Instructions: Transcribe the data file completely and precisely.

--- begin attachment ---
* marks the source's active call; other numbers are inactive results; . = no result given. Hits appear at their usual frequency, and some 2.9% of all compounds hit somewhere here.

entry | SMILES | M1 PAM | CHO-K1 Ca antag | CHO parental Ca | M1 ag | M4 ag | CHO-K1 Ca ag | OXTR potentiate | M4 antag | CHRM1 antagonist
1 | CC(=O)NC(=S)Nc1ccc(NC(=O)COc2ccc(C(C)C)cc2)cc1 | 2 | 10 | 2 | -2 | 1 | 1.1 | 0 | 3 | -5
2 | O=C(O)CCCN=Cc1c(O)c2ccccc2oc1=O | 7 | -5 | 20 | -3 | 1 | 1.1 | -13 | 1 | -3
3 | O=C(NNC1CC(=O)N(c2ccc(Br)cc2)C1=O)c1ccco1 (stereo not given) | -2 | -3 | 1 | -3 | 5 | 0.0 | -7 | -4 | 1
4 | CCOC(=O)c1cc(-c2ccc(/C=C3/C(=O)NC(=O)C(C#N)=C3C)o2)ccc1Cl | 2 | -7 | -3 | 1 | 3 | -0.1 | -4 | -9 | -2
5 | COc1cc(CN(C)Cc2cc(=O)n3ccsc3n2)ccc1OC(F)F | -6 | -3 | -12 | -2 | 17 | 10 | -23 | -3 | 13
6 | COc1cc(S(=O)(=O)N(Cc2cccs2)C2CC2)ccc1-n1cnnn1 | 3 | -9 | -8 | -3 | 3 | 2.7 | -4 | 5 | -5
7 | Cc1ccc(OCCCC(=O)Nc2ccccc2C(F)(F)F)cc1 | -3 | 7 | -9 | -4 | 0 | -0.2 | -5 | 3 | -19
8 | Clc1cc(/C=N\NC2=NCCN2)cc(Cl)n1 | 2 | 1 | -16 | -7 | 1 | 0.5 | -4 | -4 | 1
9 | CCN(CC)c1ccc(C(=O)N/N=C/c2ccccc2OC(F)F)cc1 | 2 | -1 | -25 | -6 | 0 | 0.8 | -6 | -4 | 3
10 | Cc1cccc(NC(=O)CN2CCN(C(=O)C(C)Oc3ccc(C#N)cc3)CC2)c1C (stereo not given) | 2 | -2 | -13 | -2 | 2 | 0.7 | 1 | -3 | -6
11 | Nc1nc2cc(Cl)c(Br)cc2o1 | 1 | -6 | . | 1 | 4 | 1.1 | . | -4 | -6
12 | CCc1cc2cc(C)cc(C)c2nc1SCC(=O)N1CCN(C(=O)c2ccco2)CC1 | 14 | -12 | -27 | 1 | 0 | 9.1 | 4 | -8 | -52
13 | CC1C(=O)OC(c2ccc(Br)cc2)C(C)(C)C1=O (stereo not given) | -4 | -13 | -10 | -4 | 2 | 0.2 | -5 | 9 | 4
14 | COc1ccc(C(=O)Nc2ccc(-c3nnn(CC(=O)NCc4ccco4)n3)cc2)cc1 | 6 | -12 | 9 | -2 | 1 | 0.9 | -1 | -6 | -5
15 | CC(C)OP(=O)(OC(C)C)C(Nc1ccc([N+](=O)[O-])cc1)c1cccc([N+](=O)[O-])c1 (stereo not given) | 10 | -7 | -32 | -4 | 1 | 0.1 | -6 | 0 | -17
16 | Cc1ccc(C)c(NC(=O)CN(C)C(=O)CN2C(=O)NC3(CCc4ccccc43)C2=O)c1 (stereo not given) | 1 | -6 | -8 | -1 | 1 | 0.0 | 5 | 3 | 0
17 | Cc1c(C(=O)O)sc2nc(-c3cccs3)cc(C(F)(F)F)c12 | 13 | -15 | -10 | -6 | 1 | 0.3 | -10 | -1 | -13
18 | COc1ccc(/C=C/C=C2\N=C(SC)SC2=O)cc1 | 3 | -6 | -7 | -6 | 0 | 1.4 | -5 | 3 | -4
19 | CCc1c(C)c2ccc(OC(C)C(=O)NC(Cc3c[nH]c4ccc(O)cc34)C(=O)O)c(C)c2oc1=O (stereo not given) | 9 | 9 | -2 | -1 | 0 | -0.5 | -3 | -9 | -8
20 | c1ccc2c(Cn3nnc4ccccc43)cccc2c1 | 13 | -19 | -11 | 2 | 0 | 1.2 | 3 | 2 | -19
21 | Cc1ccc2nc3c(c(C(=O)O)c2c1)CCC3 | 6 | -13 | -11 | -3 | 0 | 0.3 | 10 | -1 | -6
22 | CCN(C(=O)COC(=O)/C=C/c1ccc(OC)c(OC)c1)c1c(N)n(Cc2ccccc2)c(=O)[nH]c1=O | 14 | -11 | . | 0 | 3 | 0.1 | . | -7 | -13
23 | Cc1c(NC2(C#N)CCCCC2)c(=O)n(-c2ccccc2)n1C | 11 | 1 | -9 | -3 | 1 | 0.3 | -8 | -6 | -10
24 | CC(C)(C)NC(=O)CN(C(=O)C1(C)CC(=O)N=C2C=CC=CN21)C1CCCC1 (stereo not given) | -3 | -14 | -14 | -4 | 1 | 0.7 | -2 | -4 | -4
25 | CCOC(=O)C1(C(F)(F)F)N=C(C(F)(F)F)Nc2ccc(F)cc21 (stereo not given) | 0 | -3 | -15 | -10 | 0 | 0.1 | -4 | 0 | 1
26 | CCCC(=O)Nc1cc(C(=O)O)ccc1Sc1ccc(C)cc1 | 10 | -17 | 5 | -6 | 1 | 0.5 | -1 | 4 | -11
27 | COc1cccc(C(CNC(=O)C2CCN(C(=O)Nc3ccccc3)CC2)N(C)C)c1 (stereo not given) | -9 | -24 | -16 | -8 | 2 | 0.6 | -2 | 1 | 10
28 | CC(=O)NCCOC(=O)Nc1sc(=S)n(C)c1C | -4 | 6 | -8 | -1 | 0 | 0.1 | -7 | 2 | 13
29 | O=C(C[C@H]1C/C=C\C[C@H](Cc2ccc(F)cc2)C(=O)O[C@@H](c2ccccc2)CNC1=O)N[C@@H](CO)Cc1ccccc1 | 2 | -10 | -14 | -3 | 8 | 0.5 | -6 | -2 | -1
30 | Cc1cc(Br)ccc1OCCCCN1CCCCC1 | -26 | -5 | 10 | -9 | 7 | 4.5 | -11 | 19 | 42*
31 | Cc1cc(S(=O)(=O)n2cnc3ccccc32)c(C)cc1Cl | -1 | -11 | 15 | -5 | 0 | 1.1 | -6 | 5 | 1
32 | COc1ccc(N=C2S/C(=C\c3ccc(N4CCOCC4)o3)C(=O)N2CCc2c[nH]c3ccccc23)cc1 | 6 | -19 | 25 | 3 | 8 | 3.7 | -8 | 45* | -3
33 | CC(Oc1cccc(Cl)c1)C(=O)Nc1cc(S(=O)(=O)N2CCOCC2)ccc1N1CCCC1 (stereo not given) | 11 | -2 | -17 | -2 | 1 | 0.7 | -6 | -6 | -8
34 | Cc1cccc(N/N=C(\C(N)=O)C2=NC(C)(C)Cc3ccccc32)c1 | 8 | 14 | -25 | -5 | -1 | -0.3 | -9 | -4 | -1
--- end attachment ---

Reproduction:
* marks the source's active call; other numbers are inactive results; . = no result given. Hits appear at their usual frequency, and some 2.9% of all compounds hit somewhere here.

entry | SMILES | M1 PAM | CHO-K1 Ca antag | CHO parental Ca | M1 ag | M4 ag | CHO-K1 Ca ag | OXTR potentiate | M4 antag | CHRM1 antagonist
1 | CC(=O)NC(=S)Nc1ccc(NC(=O)COc2ccc(C(C)C)cc2)cc1 | 2 | 10 | 2 | -2 | 1 | 1.1 | 0 | 3 | -5
2 | O=C(O)CCCN=Cc1c(O)c2ccccc2oc1=O | 7 | -5 | 20 | -3 | 1 | 1.1 | -13 | 1 | -3
3 | O=C(NNC1CC(=O)N(c2ccc(Br)cc2)C1=O)c1ccco1 (stereo not given) | -2 | -3 | 1 | -3 | 5 | 0.0 | -7 | -4 | 1
4 | CCOC(=O)c1cc(-c2ccc(/C=C3/C(=O)NC(=O)C(C#N)=C3C)o2)ccc1Cl | 2 | -7 | -3 | 1 | 3 | -0.1 | -4 | -9 | -2
5 | COc1cc(CN(C)Cc2cc(=O)n3ccsc3n2)ccc1OC(F)F | -6 | -3 | -12 | -2 | 17 | 10 | -23 | -3 | 13
6 | COc1cc(S(=O)(=O)N(Cc2cccs2)C2CC2)ccc1-n1cnnn1 | 3 | -9 | -8 | -3 | 3 | 2.7 | -4 | 5 | -5
7 | Cc1ccc(OCCCC(=O)Nc2ccccc2C(F)(F)F)cc1 | -3 | 7 | -9 | -4 | 0 | -0.2 | -5 | 3 | -19
8 | Clc1cc(/C=N\NC2=NCCN2)cc(Cl)n1 | 2 | 1 | -16 | -7 | 1 | 0.5 | -4 | -4 | 1
9 | CCN(CC)c1ccc(C(=O)N/N=C/c2ccccc2OC(F)F)cc1 | 2 | -1 | -25 | -6 | 0 | 0.8 | -6 | -4 | 3
10 | Cc1cccc(NC(=O)CN2CCN(C(=O)C(C)Oc3ccc(C#N)cc3)CC2)c1C (stereo not given) | 2 | -2 | -13 | -2 | 2 | 0.7 | 1 | -3 | -6
11 | Nc1nc2cc(Cl)c(Br)cc2o1 | 1 | -6 | . | 1 | 4 | 1.1 | . | -4 | -6
12 | CCc1cc2cc(C)cc(C)c2nc1SCC(=O)N1CCN(C(=O)c2ccco2)CC1 | 14 | -12 | -27 | 1 | 0 | 9.1 | 4 | -8 | -52
13 | CC1C(=O)OC(c2ccc(Br)cc2)C(C)(C)C1=O (stereo not given) | -4 | -13 | -10 | -4 | 2 | 0.2 | -5 | 9 | 4
14 | COc1ccc(C(=O)Nc2ccc(-c3nnn(CC(=O)NCc4ccco4)n3)cc2)cc1 | 6 | -12 | 9 | -2 | 1 | 0.9 | -1 | -6 | -5
15 | CC(C)OP(=O)(OC(C)C)C(Nc1ccc([N+](=O)[O-])cc1)c1cccc([N+](=O)[O-])c1 (stereo not given) | 10 | -7 | -32 | -4 | 1 | 0.1 | -6 | 0 | -17
16 | Cc1ccc(C)c(NC(=O)CN(C)C(=O)CN2C(=O)NC3(CCc4ccccc43)C2=O)c1 (stereo not given) | 1 | -6 | -8 | -1 | 1 | 0.0 | 5 | 3 | 0
17 | Cc1c(C(=O)O)sc2nc(-c3cccs3)cc(C(F)(F)F)c12 | 13 | -15 | -10 | -6 | 1 | 0.3 | -10 | -1 | -13
18 | COc1ccc(/C=C/C=C2\N=C(SC)SC2=O)cc1 | 3 | -6 | -7 | -6 | 0 | 1.4 | -5 | 3 | -4
19 | CCc1c(C)c2ccc(OC(C)C(=O)NC(Cc3c[nH]c4ccc(O)cc34)C(=O)O)c(C)c2oc1=O (stereo not given) | 9 | 9 | -2 | -1 | 0 | -0.5 | -3 | -9 | -8
20 | c1ccc2c(Cn3nnc4ccccc43)cccc2c1 | 13 | -19 | -11 | 2 | 0 | 1.2 | 3 | 2 | -19
21 | Cc1ccc2nc3c(c(C(=O)O)c2c1)CCC3 | 6 | -13 | -11 | -3 | 0 | 0.3 | 10 | -1 | -6
22 | CCN(C(=O)COC(=O)/C=C/c1ccc(OC)c(OC)c1)c1c(N)n(Cc2ccccc2)c(=O)[nH]c1=O | 14 | -11 | . | 0 | 3 | 0.1 | . | -7 | -13
23 | Cc1c(NC2(C#N)CCCCC2)c(=O)n(-c2ccccc2)n1C | 11 | 1 | -9 | -3 | 1 | 0.3 | -8 | -6 | -10
24 | CC(C)(C)NC(=O)CN(C(=O)C1(C)CC(=O)N=C2C=CC=CN21)C1CCCC1 (stereo not given) | -3 | -14 | -14 | -4 | 1 | 0.7 | -2 | -4 | -4
25 | CCOC(=O)C1(C(F)(F)F)N=C(C(F)(F)F)Nc2ccc(F)cc21 (stereo not given) | 0 | -3 | -15 | -10 | 0 | 0.1 | -4 | 0 | 1
26 | CCCC(=O)Nc1cc(C(=O)O)ccc1Sc1ccc(C)cc1 | 10 | -17 | 5 | -6 | 1 | 0.5 | -1 | 4 | -11
27 | COc1cccc(C(CNC(=O)C2CCN(C(=O)Nc3ccccc3)CC2)N(C)C)c1 (stereo not given) | -9 | -24 | -16 | -8 | 2 | 0.6 | -2 | 1 | 10
28 | CC(=O)NCCOC(=O)Nc1sc(=S)n(C)c1C | -4 | 6 | -8 | -1 | 0 | 0.1 | -7 | 2 | 13
29 | O=C(C[C@H]1C/C=C\C[C@H](Cc2ccc(F)cc2)C(=O)O[C@@H](c2ccccc2)CNC1=O)N[C@@H](CO)Cc1ccccc1 | 2 | -10 | -14 | -3 | 8 | 0.5 | -6 | -2 | -1
30 | Cc1cc(Br)ccc1OCCCCN1CCCCC1 | -26 | -5 | 10 | -9 | 7 | 4.5 | -11 | 19 | 42*
31 | Cc1cc(S(=O)(=O)n2cnc3ccccc32)c(C)cc1Cl | -1 | -11 | 15 | -5 | 0 | 1.1 | -6 | 5 | 1
32 | COc1ccc(N=C2S/C(=C\c3ccc(N4CCOCC4)o3)C(=O)N2CCc2c[nH]c3ccccc23)cc1 | 6 | -19 | 25 | 3 | 8 | 3.7 | -8 | 45* | -3
33 | CC(Oc1cccc(Cl)c1)C(=O)Nc1cc(S(=O)(=O)N2CCOCC2)ccc1N1CCCC1 (stereo not given) | 11 | -2 | -17 | -2 | 1 | 0.7 | -6 | -6 | -8
34 | Cc1cccc(N/N=C(\C(N)=O)C2=NC(C)(C)Cc3ccccc32)c1 | 8 | 14 | -25 | -5 | -1 | -0.3 | -9 | -4 | -1